Are Cloud Computing Costs in for an Unexpected Surge?

07 February 2018

Last week the IT industry was shocked to find that the Intel chipsets that drive many of our phones, smartphones, laptops, desktops and our servers, have an architectural flaw that exposes them to hacking. The other two major chipset manufacturers AMD and ARM appear to be much less affected.

cloud computing costs

By patching their operating systems to address this design flaw in the Intel chipset the OS providers have been forced to sacrifice the thing that impacts us most, performance. The numbers aren’t out yet but we could be seeing reductions in performance of between 5% and 30%.

For the average user, even a 30% reduction in performance on their laptop or smartphone might not have any discernible impact. Most of us don’t use even a fraction of the capability of our machines and with the consumption of cloud software services such as Office 365 the compute power is in the cloud anyway. But herein lies the problem…

Cloud Service Providers (CSP’s) like Microsoft, Google and Amazon are massive consumers of high-intensity computing power. Every day they wrestle with optimising the cost and performance of their infrastructure environments to deliver to their own and their customers’ needs.

CSP’s have been the first to implement the security patches on their servers, as you would expect from responsible global providers. This is where a 30% performance reduction really hurts. My guess is that their systems architects have been in a right state of panic about how to address the possibility of significant performance degradation unless loads of new equipment is installed in a hurry.

What does this mean to you, the business user of cloud services?

The future performance, and thus the relative cost, of chipsets, will also likely change for the worse in the short to medium term. The security flaw I mentioned earlier was based on the need for manufacturers to make chipsets run faster. This design is now no longer acceptable from a security perspective and will have to change somehow. It will take time for them to come up with a new solution. In the meantime, all those performance/price gains we have come to expect in the past will be very hard won indeed. Expect increases in prices for Intel-based computers and some smartphones.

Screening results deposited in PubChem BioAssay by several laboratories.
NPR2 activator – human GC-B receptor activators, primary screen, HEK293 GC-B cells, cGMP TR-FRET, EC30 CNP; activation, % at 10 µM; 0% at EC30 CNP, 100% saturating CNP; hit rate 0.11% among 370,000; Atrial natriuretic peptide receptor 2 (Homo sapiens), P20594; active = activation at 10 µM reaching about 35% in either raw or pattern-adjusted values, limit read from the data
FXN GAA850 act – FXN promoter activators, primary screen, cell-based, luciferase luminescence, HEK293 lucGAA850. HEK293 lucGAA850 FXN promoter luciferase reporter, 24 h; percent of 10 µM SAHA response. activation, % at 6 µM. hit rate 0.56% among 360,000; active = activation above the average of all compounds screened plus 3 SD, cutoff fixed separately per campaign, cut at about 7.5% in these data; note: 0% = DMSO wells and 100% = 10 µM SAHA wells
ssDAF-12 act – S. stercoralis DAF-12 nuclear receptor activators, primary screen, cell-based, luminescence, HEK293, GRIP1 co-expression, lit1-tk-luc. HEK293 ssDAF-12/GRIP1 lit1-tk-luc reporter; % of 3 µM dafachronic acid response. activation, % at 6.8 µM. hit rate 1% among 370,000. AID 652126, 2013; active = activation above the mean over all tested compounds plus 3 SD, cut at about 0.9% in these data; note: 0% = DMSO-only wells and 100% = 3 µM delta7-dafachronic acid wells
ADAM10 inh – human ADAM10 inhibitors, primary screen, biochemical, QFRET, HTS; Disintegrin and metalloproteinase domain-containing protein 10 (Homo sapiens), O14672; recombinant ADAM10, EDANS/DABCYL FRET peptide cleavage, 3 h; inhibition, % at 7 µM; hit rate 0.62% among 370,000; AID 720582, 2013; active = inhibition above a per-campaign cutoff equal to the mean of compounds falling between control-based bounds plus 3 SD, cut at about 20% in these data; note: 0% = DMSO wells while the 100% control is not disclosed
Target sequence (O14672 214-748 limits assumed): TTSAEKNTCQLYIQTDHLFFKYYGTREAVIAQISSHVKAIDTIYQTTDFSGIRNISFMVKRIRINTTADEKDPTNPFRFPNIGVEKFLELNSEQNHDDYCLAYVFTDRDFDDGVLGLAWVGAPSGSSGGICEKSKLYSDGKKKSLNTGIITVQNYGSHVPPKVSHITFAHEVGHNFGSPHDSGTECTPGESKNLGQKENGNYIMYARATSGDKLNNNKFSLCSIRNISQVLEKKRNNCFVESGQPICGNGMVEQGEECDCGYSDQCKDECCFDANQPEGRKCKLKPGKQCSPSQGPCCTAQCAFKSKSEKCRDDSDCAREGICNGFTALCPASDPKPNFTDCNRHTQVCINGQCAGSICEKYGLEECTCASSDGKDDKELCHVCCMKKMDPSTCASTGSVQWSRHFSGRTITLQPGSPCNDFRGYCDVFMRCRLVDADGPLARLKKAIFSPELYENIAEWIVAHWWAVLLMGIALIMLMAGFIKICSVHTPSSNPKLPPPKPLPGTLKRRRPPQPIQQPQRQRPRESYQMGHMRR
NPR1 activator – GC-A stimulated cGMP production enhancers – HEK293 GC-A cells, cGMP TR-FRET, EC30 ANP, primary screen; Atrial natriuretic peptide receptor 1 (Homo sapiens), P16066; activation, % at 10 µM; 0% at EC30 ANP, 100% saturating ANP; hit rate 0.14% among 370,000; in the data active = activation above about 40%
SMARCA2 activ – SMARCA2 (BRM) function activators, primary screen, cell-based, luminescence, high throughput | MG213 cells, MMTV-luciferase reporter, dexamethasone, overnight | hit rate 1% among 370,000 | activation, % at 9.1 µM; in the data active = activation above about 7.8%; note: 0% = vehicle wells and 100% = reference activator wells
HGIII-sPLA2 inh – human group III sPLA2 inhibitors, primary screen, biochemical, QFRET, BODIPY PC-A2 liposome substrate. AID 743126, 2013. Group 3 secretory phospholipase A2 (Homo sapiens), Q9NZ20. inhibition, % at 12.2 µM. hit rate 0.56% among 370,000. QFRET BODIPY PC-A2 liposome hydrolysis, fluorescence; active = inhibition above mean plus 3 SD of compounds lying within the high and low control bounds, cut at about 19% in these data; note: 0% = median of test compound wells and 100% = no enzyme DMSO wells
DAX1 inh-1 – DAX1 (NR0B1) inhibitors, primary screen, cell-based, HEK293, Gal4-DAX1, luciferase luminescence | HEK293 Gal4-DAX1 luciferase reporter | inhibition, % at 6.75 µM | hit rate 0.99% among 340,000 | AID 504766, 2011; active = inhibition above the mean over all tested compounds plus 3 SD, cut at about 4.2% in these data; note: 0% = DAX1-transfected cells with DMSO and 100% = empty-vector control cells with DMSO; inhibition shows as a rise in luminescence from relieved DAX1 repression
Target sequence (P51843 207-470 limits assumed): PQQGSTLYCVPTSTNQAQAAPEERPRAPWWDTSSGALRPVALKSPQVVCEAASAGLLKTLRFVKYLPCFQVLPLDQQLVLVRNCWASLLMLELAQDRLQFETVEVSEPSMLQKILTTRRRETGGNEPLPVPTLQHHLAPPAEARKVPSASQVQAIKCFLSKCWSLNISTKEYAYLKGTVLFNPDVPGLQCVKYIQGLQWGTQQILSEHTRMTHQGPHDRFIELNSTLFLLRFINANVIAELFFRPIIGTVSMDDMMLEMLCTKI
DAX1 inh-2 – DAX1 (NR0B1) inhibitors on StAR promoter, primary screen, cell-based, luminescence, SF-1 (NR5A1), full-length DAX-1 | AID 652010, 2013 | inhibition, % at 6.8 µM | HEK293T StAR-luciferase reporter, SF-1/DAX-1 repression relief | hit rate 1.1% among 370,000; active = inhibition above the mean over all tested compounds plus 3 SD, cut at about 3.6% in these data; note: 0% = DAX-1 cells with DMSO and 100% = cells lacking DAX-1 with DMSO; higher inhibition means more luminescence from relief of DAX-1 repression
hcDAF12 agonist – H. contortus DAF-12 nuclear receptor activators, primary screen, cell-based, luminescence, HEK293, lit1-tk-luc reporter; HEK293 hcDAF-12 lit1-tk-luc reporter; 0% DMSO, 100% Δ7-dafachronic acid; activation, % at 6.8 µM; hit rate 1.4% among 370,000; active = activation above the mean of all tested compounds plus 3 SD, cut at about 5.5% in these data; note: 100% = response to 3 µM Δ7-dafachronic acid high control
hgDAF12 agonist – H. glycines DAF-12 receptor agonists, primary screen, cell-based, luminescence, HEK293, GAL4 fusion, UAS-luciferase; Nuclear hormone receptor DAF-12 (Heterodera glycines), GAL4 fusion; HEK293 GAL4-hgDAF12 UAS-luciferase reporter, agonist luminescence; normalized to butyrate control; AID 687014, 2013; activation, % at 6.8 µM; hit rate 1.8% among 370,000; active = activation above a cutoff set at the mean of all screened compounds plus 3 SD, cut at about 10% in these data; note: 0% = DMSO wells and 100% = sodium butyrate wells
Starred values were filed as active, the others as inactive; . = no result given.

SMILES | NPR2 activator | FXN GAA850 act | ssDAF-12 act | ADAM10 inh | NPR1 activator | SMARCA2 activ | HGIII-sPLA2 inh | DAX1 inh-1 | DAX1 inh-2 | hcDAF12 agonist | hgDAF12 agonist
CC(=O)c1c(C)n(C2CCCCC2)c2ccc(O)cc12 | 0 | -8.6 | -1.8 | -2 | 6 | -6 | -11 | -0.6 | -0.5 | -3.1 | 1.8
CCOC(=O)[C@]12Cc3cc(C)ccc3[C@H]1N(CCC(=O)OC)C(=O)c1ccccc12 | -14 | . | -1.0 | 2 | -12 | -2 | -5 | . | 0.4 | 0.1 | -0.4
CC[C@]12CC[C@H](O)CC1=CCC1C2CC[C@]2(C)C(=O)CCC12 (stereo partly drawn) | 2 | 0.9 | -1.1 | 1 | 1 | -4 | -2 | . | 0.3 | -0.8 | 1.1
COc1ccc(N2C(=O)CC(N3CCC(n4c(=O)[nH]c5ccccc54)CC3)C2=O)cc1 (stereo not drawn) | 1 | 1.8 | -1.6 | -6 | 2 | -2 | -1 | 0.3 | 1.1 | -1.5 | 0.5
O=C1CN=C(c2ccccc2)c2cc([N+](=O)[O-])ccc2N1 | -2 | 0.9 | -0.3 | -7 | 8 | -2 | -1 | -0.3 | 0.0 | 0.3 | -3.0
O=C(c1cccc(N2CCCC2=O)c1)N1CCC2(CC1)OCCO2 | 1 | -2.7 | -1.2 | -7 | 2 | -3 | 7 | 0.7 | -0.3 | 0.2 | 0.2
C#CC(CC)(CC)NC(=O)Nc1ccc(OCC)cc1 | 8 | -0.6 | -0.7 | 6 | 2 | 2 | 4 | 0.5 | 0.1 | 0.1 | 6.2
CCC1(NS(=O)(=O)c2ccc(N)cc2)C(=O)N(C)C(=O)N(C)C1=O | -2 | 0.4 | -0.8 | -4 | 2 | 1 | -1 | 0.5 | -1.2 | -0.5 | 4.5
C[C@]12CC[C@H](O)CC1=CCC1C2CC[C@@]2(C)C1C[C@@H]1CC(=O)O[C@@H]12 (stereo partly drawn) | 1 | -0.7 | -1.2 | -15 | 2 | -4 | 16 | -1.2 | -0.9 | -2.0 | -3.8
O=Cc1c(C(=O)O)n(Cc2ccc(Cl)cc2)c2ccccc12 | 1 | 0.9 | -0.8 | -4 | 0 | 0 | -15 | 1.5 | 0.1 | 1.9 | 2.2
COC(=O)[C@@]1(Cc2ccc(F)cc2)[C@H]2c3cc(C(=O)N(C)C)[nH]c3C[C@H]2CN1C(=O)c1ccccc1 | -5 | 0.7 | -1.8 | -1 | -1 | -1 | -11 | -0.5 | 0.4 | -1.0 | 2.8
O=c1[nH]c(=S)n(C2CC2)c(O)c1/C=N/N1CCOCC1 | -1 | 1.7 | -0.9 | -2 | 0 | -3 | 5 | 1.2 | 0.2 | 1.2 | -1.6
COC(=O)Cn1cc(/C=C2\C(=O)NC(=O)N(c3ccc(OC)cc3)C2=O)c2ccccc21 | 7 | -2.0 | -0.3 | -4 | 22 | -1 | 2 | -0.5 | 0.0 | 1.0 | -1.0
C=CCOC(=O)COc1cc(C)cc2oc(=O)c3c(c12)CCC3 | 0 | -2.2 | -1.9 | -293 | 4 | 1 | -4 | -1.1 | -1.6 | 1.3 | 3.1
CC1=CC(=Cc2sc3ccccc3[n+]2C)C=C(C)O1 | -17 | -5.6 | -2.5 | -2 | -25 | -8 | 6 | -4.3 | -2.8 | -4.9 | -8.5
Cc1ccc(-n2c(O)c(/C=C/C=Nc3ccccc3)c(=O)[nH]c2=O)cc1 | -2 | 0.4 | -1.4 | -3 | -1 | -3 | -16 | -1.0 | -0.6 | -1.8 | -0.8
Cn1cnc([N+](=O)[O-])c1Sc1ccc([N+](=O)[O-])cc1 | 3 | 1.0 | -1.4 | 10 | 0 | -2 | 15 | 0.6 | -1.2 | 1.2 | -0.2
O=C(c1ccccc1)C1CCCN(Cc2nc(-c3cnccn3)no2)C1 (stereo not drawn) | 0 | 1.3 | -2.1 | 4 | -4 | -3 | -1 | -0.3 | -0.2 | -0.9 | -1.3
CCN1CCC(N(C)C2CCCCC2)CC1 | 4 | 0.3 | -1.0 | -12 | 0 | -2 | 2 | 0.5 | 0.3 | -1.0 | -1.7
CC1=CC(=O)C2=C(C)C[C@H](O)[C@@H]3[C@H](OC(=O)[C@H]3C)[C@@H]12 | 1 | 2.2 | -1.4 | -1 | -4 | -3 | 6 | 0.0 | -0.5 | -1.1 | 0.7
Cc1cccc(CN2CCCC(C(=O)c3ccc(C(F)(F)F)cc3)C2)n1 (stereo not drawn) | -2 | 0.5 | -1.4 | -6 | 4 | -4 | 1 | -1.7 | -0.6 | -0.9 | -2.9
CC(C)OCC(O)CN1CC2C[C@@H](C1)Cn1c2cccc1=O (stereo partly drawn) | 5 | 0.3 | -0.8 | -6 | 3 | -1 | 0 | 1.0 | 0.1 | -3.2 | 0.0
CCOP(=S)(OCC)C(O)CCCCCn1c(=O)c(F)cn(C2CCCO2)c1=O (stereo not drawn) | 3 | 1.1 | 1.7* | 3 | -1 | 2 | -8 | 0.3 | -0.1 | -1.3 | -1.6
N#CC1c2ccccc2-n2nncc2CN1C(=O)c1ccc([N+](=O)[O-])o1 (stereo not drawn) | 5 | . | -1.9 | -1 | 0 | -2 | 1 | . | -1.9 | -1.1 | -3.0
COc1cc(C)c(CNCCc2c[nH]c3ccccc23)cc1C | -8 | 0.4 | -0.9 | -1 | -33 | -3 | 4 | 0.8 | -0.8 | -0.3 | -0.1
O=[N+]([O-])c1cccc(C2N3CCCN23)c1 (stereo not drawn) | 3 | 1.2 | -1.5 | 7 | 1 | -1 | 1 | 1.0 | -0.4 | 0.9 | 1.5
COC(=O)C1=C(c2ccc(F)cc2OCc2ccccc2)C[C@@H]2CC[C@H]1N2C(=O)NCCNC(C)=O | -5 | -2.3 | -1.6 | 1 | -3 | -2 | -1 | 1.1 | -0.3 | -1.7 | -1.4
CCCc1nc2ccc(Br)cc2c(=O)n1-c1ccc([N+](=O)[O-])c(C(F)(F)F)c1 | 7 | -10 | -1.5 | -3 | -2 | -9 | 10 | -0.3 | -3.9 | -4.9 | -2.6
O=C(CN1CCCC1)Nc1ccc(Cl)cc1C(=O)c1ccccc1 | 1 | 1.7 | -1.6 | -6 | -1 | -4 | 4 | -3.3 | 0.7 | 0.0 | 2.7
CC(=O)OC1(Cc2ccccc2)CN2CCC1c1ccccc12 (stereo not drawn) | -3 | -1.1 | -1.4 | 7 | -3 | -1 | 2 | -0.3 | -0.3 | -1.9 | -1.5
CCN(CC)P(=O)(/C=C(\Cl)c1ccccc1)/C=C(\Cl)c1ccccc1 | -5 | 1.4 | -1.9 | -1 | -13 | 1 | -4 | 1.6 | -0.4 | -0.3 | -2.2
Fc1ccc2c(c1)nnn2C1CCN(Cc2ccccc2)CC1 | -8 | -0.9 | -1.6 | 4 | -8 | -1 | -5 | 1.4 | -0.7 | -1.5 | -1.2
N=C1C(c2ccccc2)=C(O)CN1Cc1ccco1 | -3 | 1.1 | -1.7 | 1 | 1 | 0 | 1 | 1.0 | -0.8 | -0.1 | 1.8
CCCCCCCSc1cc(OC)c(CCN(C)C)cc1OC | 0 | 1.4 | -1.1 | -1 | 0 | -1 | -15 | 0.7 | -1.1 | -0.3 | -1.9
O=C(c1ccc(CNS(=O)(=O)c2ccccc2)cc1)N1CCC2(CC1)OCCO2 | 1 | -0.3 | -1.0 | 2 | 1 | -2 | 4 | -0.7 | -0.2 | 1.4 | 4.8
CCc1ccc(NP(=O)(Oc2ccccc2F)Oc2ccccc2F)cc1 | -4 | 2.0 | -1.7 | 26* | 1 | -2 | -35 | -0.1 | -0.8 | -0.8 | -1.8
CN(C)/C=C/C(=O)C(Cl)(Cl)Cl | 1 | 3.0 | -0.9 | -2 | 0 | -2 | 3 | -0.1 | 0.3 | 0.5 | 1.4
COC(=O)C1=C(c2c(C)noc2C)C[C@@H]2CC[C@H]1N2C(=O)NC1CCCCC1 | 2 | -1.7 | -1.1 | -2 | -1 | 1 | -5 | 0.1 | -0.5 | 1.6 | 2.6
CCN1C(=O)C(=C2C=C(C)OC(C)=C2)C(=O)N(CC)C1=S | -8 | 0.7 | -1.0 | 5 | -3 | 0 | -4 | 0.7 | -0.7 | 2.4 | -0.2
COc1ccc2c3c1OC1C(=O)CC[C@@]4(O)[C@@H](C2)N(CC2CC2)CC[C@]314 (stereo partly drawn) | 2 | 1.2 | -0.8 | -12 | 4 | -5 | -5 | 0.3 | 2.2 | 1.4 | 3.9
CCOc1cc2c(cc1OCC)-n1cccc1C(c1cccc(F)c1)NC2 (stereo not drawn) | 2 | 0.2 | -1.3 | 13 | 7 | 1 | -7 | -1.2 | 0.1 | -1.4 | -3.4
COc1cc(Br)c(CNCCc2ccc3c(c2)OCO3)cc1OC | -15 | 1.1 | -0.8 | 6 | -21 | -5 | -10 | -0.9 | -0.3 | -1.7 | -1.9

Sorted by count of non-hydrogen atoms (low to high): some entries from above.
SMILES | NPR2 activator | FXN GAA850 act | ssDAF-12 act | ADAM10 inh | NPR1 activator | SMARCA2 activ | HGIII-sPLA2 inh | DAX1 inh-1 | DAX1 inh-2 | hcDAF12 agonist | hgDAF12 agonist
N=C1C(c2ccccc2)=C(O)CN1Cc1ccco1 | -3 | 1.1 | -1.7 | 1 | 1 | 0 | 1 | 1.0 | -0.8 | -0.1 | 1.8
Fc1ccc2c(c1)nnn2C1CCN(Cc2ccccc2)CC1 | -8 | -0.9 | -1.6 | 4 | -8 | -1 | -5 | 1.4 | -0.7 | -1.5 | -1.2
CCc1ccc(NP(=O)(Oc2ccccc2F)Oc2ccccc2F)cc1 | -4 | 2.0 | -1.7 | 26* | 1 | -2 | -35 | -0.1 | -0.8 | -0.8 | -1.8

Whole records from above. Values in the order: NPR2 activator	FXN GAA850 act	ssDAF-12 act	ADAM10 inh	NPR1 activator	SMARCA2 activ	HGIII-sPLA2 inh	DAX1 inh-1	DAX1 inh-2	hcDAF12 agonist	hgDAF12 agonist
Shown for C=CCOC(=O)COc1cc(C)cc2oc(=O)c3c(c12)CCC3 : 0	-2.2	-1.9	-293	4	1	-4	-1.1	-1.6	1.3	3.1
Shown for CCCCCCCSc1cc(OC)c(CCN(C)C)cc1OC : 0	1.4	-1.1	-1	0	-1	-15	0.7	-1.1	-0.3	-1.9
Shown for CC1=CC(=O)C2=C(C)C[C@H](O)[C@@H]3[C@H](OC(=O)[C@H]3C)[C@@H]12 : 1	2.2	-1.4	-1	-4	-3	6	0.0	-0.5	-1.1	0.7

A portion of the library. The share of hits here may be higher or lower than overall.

Expect to see cloud services prices rise as CSP’s move to recover their increased infrastructure overheads both current and into the future

There is little we can do in New Zealand to force a better deal from the big multinationals. Local providers like Datacom and Revera are subject to price/performance challenges as much as the next company and are unlikely to welcome requests for better pricing.

What you can do, though, is to manage cloud computing costs by addressing the issue of consumption through closely monitoring when and how you use cloud computing infrastructure. Microsoft and Amazon both now provide options for paying a lower price for guaranteed future consumption. There is also the option available to purchase services on the spot market. Discounts in this market can be as high as 90% but you must know what you are doing because spot markets go up and down based on demand.

Monitoring and then actively managing cloud consumption requires experience and skill. Rather than trying to do it yourself, you should consider using the services of a utility analytics firm. This will help inform the decisions you make, directly tie cloud computing cost savings to the activity and will allow you to focus on the business at hand rather than on what can be a rapidly changing and complex computing marketplace. Total Utilities has the tools and expertise to deliver real insights and recommendations to help optimise your cloud consumption and cost. For more info click here or contact us today.